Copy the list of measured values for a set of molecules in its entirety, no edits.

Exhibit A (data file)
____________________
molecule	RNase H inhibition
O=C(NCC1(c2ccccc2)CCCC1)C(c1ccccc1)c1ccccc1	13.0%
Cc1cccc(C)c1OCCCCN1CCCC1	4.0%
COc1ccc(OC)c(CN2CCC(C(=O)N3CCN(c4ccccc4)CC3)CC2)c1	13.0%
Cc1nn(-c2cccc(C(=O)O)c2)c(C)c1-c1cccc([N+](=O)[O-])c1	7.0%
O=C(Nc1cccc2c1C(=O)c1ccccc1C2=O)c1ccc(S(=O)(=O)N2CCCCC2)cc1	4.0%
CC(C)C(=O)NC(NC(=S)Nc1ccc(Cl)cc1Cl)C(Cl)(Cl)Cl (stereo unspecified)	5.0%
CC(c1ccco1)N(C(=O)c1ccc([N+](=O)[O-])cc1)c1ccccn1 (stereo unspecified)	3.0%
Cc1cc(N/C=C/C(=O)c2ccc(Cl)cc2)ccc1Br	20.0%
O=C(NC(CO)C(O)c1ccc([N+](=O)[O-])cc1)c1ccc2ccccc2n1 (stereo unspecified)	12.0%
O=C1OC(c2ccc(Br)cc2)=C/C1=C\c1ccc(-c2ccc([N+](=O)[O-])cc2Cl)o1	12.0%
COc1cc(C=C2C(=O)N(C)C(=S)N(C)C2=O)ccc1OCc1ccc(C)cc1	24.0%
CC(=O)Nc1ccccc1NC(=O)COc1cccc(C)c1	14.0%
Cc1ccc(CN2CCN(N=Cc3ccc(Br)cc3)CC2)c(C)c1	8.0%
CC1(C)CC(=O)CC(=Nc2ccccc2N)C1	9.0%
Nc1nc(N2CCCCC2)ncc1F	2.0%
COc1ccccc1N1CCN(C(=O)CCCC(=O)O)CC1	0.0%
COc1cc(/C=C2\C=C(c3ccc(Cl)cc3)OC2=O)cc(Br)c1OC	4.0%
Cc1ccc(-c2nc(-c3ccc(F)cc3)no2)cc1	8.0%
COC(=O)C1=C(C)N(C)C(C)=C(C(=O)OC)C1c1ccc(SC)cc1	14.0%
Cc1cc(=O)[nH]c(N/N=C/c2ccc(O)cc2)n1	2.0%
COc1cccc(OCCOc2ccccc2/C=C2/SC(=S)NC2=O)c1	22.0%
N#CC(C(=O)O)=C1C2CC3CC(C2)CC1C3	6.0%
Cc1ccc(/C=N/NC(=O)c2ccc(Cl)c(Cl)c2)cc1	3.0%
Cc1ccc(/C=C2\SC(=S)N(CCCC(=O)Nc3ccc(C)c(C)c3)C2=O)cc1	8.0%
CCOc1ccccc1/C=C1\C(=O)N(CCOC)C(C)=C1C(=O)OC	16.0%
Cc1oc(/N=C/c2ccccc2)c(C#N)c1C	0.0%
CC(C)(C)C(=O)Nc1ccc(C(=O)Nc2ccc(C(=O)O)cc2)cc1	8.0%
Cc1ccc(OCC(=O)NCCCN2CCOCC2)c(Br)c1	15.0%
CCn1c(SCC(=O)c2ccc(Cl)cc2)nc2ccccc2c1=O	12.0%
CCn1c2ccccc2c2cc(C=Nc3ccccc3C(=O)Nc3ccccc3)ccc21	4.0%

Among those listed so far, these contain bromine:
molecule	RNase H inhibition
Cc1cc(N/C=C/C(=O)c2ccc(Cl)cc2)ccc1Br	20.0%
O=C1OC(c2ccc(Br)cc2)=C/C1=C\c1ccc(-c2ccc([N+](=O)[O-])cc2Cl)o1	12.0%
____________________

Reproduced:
molecule	RNase H inhibition
O=C(NCC1(c2ccccc2)CCCC1)C(c1ccccc1)c1ccccc1	13.0%
Cc1cccc(C)c1OCCCCN1CCCC1	4.0%
COc1ccc(OC)c(CN2CCC(C(=O)N3CCN(c4ccccc4)CC3)CC2)c1	13.0%
Cc1nn(-c2cccc(C(=O)O)c2)c(C)c1-c1cccc([N+](=O)[O-])c1	7.0%
O=C(Nc1cccc2c1C(=O)c1ccccc1C2=O)c1ccc(S(=O)(=O)N2CCCCC2)cc1	4.0%
CC(C)C(=O)NC(NC(=S)Nc1ccc(Cl)cc1Cl)C(Cl)(Cl)Cl (stereo unspecified)	5.0%
CC(c1ccco1)N(C(=O)c1ccc([N+](=O)[O-])cc1)c1ccccn1 (stereo unspecified)	3.0%
Cc1cc(N/C=C/C(=O)c2ccc(Cl)cc2)ccc1Br	20.0%
O=C(NC(CO)C(O)c1ccc([N+](=O)[O-])cc1)c1ccc2ccccc2n1 (stereo unspecified)	12.0%
O=C1OC(c2ccc(Br)cc2)=C/C1=C\c1ccc(-c2ccc([N+](=O)[O-])cc2Cl)o1	12.0%
COc1cc(C=C2C(=O)N(C)C(=S)N(C)C2=O)ccc1OCc1ccc(C)cc1	24.0%
CC(=O)Nc1ccccc1NC(=O)COc1cccc(C)c1	14.0%
Cc1ccc(CN2CCN(N=Cc3ccc(Br)cc3)CC2)c(C)c1	8.0%
CC1(C)CC(=O)CC(=Nc2ccccc2N)C1	9.0%
Nc1nc(N2CCCCC2)ncc1F	2.0%
COc1ccccc1N1CCN(C(=O)CCCC(=O)O)CC1	0.0%
COc1cc(/C=C2\C=C(c3ccc(Cl)cc3)OC2=O)cc(Br)c1OC	4.0%
Cc1ccc(-c2nc(-c3ccc(F)cc3)no2)cc1	8.0%
COC(=O)C1=C(C)N(C)C(C)=C(C(=O)OC)C1c1ccc(SC)cc1	14.0%
Cc1cc(=O)[nH]c(N/N=C/c2ccc(O)cc2)n1	2.0%
COc1cccc(OCCOc2ccccc2/C=C2/SC(=S)NC2=O)c1	22.0%
N#CC(C(=O)O)=C1C2CC3CC(C2)CC1C3	6.0%
Cc1ccc(/C=N/NC(=O)c2ccc(Cl)c(Cl)c2)cc1	3.0%
Cc1ccc(/C=C2\SC(=S)N(CCCC(=O)Nc3ccc(C)c(C)c3)C2=O)cc1	8.0%
CCOc1ccccc1/C=C1\C(=O)N(CCOC)C(C)=C1C(=O)OC	16.0%
Cc1oc(/N=C/c2ccccc2)c(C#N)c1C	0.0%
CC(C)(C)C(=O)Nc1ccc(C(=O)Nc2ccc(C(=O)O)cc2)cc1	8.0%
Cc1ccc(OCC(=O)NCCCN2CCOCC2)c(Br)c1	15.0%
CCn1c(SCC(=O)c2ccc(Cl)cc2)nc2ccccc2c1=O	12.0%
CCn1c2ccccc2c2cc(C=Nc3ccccc3C(=O)Nc3ccccc3)ccc21	4.0%

Among those listed so far, these contain bromine:
molecule	RNase H inhibition
Cc1cc(N/C=C/C(=O)c2ccc(Cl)cc2)ccc1Br	20.0%
O=C1OC(c2ccc(Br)cc2)=C/C1=C\c1ccc(-c2ccc([N+](=O)[O-])cc2Cl)o1	12.0%